LIGHT SOME CANDLES for extra mood. We had a few in select places so we’d always remember to light them and then extinguish them at the end of the showing. We had one on the stove, two on the kitchen table, one in each bathroom, and one in the family room. We didn’t necessarily use them for the scent (I actually try to buy them scentless or with very subtle smells), but they did add to the coziness factor of the house. In addition to the candles, we always turned on the fireplace as well!
SET UP OUTDOOR SPACES to look their best too! Even though it was winter, unless we had a layer of snow outside, we set up our patio every single time we had a showing. That meant tables and benches wiped down, umbrella out, pillows and cushions out, candles lit, and Christmas lights on. Since outdoor space can be such a big selling point, we wanted to highlight ours in the best possible way, even if it meant a little extra set-up. This really helped visitors to be able to picture what it could look and feel like in the warmer months when you’d actually want to be outside.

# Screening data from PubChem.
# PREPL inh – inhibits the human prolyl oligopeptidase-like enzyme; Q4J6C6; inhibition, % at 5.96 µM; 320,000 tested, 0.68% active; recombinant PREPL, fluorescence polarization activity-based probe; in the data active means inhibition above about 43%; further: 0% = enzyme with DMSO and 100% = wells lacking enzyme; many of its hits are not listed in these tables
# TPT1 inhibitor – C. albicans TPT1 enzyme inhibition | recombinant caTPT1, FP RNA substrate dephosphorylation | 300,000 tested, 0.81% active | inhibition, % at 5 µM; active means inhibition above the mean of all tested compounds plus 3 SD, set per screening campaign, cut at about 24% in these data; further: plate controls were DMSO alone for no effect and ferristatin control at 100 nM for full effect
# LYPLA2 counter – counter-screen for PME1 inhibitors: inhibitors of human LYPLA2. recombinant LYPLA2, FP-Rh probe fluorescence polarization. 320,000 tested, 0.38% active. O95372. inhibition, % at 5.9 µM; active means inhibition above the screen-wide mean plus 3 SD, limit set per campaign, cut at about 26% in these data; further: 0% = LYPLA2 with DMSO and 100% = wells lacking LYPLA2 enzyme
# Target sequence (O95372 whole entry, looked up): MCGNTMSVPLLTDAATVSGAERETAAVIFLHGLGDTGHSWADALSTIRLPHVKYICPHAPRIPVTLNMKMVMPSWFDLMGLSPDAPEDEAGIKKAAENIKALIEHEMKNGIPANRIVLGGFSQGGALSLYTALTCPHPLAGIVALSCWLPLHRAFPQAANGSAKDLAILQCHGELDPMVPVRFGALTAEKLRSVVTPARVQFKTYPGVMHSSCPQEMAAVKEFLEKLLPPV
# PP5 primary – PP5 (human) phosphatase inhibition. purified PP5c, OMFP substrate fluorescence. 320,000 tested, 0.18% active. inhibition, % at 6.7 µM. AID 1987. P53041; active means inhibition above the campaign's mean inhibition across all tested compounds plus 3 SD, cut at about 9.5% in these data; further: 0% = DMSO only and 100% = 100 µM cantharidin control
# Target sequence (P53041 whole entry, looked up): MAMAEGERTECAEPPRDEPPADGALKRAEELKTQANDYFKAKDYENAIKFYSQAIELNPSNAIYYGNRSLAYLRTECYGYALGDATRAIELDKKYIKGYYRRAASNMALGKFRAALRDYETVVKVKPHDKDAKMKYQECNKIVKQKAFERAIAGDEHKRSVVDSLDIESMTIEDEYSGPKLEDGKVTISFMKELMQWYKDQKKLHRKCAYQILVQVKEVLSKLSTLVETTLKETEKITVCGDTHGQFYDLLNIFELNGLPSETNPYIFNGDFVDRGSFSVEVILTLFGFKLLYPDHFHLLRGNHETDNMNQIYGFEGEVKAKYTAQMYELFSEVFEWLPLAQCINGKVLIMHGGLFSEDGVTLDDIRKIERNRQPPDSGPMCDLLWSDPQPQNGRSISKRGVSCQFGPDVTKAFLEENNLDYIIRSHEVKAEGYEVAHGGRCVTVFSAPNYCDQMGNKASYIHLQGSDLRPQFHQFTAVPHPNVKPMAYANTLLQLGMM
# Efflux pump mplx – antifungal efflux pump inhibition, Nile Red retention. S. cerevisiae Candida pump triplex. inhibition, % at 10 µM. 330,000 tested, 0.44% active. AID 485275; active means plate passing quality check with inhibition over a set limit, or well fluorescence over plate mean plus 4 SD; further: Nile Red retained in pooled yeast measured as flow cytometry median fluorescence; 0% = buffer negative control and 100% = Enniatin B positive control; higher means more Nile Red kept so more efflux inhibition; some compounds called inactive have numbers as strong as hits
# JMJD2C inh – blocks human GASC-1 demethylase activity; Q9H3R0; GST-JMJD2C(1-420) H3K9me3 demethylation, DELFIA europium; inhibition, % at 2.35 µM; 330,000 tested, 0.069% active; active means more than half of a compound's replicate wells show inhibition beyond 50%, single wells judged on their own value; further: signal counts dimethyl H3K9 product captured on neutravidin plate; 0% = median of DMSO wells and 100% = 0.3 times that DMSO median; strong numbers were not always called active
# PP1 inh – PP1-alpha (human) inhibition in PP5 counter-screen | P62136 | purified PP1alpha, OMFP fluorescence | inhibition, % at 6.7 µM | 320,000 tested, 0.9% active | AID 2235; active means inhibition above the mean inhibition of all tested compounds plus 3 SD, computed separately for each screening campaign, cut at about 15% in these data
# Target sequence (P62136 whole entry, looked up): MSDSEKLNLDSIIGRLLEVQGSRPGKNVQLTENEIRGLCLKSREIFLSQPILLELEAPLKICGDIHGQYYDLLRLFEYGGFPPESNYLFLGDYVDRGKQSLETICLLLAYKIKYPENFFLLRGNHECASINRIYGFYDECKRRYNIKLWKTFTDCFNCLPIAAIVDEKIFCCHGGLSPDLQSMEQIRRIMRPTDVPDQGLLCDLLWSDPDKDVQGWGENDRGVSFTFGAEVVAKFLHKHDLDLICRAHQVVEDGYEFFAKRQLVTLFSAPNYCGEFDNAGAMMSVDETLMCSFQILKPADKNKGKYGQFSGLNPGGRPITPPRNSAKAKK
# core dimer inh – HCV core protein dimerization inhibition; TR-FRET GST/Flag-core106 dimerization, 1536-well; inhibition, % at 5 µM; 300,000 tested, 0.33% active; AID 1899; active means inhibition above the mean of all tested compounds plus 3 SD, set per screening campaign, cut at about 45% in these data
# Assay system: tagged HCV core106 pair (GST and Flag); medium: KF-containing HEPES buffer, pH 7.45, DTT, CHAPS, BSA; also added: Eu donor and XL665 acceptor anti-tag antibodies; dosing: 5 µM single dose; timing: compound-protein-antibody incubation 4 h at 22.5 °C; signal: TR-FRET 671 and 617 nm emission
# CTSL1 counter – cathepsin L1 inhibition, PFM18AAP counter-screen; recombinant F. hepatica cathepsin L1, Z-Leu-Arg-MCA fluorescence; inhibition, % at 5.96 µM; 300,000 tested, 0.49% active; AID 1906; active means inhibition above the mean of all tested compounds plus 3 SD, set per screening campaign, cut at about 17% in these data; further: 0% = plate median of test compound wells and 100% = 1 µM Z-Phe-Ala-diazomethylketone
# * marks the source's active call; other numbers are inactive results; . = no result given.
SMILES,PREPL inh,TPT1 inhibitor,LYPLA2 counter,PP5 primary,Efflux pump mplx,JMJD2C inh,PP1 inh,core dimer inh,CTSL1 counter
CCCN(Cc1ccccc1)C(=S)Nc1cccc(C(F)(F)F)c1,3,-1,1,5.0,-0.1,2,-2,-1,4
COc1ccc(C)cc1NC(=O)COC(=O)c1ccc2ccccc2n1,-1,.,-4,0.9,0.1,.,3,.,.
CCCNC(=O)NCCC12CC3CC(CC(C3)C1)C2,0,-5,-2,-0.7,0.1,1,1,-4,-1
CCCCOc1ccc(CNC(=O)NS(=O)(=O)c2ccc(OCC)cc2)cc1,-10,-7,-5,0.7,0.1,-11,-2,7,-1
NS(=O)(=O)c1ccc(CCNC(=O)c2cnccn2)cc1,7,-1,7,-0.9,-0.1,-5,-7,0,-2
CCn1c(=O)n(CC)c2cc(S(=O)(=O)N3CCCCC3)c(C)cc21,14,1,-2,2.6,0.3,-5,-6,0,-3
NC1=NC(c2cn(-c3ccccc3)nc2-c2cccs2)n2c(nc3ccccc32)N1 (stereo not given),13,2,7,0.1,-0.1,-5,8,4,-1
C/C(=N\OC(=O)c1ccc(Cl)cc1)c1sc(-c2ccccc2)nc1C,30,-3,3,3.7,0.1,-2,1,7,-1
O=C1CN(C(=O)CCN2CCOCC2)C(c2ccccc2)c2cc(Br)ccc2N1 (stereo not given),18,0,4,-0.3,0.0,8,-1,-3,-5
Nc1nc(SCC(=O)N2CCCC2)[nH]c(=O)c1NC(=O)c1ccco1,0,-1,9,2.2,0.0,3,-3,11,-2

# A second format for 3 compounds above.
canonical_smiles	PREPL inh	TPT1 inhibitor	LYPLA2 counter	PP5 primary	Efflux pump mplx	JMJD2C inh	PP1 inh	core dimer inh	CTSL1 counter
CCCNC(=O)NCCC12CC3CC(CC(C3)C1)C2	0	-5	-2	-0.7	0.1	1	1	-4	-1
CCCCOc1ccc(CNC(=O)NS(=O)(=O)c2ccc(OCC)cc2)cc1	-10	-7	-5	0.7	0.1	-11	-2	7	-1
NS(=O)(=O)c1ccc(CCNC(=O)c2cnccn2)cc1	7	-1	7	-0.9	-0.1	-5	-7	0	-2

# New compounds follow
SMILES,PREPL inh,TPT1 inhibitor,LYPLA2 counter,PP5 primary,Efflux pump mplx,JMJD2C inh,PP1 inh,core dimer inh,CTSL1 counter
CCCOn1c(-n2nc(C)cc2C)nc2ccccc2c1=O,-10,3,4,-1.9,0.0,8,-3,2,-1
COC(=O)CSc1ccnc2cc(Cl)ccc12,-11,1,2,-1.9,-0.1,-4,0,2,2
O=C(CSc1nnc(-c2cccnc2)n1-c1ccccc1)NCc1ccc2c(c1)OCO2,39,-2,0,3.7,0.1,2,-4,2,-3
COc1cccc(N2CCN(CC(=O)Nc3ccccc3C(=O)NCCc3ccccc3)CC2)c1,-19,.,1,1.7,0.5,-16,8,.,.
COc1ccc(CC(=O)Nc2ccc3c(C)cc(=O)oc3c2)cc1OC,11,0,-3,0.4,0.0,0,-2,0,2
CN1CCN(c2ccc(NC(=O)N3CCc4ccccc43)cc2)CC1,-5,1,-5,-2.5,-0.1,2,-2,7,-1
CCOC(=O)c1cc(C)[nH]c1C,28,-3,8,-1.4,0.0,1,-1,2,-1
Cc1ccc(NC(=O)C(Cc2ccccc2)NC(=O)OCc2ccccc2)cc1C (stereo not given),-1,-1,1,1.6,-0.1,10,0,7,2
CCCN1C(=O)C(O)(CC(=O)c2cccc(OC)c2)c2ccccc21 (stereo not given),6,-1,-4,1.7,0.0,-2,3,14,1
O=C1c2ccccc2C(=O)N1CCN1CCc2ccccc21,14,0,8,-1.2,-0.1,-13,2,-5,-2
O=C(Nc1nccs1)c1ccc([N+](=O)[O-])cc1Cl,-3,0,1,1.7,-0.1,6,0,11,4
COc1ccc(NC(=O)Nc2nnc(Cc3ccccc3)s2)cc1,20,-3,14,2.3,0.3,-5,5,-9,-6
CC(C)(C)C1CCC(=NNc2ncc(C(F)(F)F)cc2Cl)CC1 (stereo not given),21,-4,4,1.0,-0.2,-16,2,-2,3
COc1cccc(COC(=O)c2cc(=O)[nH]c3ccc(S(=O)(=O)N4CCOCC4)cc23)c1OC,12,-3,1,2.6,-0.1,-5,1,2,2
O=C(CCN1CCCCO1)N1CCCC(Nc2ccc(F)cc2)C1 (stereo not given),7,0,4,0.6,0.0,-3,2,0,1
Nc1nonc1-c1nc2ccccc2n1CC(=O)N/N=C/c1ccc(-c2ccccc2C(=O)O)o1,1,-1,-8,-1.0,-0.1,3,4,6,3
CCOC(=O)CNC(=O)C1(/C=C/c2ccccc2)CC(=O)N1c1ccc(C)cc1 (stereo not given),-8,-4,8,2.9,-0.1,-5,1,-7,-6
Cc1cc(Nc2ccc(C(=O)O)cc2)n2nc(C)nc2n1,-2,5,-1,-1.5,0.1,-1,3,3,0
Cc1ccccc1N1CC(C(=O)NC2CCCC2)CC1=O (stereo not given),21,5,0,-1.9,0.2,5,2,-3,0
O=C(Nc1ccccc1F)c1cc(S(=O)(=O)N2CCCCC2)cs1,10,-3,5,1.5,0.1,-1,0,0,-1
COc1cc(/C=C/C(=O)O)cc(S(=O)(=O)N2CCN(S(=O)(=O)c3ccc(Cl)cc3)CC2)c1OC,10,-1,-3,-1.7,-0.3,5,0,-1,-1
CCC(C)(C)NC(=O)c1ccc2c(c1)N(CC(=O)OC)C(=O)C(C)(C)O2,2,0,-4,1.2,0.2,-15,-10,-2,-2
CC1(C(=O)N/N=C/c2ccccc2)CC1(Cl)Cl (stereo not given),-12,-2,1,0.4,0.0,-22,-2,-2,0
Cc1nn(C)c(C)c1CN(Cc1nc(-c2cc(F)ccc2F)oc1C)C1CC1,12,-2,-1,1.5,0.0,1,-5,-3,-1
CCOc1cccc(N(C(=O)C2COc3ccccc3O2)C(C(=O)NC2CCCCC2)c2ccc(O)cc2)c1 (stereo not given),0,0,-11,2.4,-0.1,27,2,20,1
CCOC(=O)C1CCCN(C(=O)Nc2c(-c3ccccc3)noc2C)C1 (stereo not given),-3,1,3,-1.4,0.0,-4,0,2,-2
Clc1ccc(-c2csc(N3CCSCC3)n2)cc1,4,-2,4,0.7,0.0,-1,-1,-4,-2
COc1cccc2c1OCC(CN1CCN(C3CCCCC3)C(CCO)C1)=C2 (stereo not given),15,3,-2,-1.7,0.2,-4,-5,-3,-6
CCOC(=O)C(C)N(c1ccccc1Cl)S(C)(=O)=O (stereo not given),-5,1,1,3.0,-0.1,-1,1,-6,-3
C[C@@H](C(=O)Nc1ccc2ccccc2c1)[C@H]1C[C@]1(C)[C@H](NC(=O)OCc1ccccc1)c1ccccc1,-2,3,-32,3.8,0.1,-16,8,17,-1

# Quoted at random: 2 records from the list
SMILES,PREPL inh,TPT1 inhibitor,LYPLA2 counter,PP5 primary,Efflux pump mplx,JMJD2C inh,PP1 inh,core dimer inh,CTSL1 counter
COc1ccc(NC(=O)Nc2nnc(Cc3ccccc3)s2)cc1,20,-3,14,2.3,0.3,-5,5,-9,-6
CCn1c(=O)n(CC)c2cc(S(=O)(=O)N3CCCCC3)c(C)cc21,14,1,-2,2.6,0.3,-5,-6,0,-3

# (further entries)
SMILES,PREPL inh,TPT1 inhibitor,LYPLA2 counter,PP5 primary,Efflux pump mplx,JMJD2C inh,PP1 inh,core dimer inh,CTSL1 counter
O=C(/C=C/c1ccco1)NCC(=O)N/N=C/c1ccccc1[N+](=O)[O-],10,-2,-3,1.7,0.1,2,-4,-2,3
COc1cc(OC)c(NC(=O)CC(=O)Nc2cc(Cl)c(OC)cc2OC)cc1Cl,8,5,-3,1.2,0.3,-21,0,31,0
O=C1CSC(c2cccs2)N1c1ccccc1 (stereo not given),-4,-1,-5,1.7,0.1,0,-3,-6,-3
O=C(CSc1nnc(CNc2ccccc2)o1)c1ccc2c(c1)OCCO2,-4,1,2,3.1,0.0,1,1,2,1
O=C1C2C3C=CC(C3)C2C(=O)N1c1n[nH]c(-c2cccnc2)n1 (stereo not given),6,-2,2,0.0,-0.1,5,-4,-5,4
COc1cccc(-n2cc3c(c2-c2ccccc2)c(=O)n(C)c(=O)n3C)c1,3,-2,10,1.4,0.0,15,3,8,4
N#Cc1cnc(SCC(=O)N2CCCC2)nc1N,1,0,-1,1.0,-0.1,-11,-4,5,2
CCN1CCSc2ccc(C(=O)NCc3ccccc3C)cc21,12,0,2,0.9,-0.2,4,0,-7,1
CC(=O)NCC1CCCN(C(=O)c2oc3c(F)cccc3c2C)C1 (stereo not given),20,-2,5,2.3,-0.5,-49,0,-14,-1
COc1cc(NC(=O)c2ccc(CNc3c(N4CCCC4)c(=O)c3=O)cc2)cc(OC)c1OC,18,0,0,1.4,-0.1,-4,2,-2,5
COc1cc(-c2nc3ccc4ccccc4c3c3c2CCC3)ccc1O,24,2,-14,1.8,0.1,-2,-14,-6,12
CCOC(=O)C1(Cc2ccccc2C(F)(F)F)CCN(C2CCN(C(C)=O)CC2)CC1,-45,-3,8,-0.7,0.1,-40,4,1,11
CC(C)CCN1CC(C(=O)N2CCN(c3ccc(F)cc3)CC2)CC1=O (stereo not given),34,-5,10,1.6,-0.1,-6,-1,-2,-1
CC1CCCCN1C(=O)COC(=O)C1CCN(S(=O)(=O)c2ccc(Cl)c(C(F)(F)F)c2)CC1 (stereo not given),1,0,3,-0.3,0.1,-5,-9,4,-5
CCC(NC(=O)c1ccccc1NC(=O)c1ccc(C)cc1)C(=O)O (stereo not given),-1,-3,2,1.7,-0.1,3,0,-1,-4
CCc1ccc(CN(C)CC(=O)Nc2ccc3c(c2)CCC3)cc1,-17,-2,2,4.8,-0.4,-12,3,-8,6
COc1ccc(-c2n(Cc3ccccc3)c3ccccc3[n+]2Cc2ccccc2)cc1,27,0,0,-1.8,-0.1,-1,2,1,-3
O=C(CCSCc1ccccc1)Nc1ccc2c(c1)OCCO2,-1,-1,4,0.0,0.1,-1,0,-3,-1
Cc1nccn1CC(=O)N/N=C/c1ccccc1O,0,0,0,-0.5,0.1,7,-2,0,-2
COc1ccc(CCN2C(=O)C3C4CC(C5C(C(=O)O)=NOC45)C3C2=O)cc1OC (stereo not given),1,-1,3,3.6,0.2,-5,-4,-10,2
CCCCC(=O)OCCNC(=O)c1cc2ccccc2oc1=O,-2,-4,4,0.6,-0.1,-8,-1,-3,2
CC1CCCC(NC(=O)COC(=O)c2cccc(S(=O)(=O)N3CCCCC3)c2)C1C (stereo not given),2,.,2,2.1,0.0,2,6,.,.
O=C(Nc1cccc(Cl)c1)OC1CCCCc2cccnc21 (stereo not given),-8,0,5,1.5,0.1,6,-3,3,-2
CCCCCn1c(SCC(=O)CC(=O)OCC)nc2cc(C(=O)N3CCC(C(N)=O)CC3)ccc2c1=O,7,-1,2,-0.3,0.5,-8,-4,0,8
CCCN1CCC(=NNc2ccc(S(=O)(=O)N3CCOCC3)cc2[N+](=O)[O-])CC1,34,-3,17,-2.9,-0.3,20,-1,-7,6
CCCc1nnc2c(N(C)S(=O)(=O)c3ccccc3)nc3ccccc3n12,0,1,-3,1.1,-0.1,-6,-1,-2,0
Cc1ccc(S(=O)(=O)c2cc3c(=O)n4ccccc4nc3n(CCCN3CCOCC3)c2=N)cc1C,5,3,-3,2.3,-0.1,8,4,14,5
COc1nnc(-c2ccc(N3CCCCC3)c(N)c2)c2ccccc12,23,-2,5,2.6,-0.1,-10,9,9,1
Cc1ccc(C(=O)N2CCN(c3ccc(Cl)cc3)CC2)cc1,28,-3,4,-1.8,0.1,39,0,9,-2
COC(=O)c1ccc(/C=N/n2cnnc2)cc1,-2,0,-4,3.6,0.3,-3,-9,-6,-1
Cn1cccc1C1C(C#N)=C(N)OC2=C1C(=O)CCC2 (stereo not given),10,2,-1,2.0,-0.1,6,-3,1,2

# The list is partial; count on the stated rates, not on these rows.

TAKE OUT THE TRASH! This means in every room. It might seem like a no-brainer, but it’s an easy one to forget. This is one of those times where “personal touch” will not work in your favor. No one wants to see your trash and a full bin could negate even the best cleaning job!
PUT OUT A FLIER for guests to take home with them. We printed a few (you can see it here) on cardstock paper and had a pile sitting out on the counter. Because our flier had lots of pictures of the rooms that visitors had just walked through, it gave them something to take home to remember which property was ours. Make sure to include contact information for getting in touch later down the road, should they want to ask additional questions or even make an offer!
I think that about wraps it up… 10 Tips for Showing a House. For those of you visual people, we have a Final House Tour coming your way tomorrow! You’ll get to see what our first house looked like right in the middle of “showing season”, when all (or at least) most of these methods were in place to get that house SOLD. Also… and get hype for this because I just watched it and it’s a real gem… we shot a “Messy House Tour” during Moving Week, so you’ll get to see the real deal. The honest-to-goodness disaster of a house that was our reality the very last week we lived there. That’s coming next week, so stay tuned!